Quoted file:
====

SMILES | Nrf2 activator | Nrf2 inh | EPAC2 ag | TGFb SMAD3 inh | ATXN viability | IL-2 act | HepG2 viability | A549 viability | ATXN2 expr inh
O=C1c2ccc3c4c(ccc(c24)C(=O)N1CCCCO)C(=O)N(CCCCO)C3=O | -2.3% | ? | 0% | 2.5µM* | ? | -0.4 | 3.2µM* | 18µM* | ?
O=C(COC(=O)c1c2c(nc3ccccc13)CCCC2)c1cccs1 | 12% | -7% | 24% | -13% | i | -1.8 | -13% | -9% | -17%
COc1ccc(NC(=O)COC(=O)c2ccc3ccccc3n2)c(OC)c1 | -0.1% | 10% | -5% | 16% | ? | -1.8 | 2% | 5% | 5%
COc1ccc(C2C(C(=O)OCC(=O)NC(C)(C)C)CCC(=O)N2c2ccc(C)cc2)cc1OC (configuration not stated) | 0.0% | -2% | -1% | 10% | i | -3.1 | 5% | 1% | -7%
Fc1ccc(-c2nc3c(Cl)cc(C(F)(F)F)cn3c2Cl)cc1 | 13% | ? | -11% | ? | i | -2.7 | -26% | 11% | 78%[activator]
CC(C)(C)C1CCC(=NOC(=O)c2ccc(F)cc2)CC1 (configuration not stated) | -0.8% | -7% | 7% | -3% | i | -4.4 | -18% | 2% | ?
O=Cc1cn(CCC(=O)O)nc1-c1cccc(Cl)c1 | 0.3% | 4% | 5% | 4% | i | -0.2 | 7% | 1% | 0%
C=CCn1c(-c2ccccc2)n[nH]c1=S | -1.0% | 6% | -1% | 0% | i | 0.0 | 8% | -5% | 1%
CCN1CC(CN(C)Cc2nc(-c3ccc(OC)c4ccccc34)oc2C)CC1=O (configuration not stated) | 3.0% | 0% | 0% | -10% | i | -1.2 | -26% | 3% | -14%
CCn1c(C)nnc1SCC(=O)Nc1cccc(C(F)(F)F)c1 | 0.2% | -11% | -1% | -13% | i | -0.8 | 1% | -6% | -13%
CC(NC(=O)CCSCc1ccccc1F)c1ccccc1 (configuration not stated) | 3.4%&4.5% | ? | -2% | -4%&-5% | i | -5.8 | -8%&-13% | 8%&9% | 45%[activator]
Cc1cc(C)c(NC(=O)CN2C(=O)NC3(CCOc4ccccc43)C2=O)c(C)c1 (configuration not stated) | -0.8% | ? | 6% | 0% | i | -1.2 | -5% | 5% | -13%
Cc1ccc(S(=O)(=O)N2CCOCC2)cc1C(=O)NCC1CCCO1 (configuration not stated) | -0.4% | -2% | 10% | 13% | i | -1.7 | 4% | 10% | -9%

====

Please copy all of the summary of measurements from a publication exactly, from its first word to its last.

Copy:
SMILES | Nrf2 activator | Nrf2 inh | EPAC2 ag | TGFb SMAD3 inh | ATXN viability | IL-2 act | HepG2 viability | A549 viability | ATXN2 expr inh
O=C1c2ccc3c4c(ccc(c24)C(=O)N1CCCCO)C(=O)N(CCCCO)C3=O | -2.3% | ? | 0% | 2.5µM* | ? | -0.4 | 3.2µM* | 18µM* | ?
O=C(COC(=O)c1c2c(nc3ccccc13)CCCC2)c1cccs1 | 12% | -7% | 24% | -13% | i | -1.8 | -13% | -9% | -17%
COc1ccc(NC(=O)COC(=O)c2ccc3ccccc3n2)c(OC)c1 | -0.1% | 10% | -5% | 16% | ? | -1.8 | 2% | 5% | 5%
COc1ccc(C2C(C(=O)OCC(=O)NC(C)(C)C)CCC(=O)N2c2ccc(C)cc2)cc1OC (configuration not stated) | 0.0% | -2% | -1% | 10% | i | -3.1 | 5% | 1% | -7%
Fc1ccc(-c2nc3c(Cl)cc(C(F)(F)F)cn3c2Cl)cc1 | 13% | ? | -11% | ? | i | -2.7 | -26% | 11% | 78%[activator]
CC(C)(C)C1CCC(=NOC(=O)c2ccc(F)cc2)CC1 (configuration not stated) | -0.8% | -7% | 7% | -3% | i | -4.4 | -18% | 2% | ?
O=Cc1cn(CCC(=O)O)nc1-c1cccc(Cl)c1 | 0.3% | 4% | 5% | 4% | i | -0.2 | 7% | 1% | 0%
C=CCn1c(-c2ccccc2)n[nH]c1=S | -1.0% | 6% | -1% | 0% | i | 0.0 | 8% | -5% | 1%
CCN1CC(CN(C)Cc2nc(-c3ccc(OC)c4ccccc34)oc2C)CC1=O (configuration not stated) | 3.0% | 0% | 0% | -10% | i | -1.2 | -26% | 3% | -14%
CCn1c(C)nnc1SCC(=O)Nc1cccc(C(F)(F)F)c1 | 0.2% | -11% | -1% | -13% | i | -0.8 | 1% | -6% | -13%
CC(NC(=O)CCSCc1ccccc1F)c1ccccc1 (configuration not stated) | 3.4%&4.5% | ? | -2% | -4%&-5% | i | -5.8 | -8%&-13% | 8%&9% | 45%[activator]
Cc1cc(C)c(NC(=O)CN2C(=O)NC3(CCOc4ccccc43)C2=O)c(C)c1 (configuration not stated) | -0.8% | ? | 6% | 0% | i | -1.2 | -5% | 5% | -13%
Cc1ccc(S(=O)(=O)N2CCOCC2)cc1C(=O)NCC1CCCO1 (configuration not stated) | -0.4% | -2% | 10% | 13% | i | -1.7 | 4% | 10% | -9%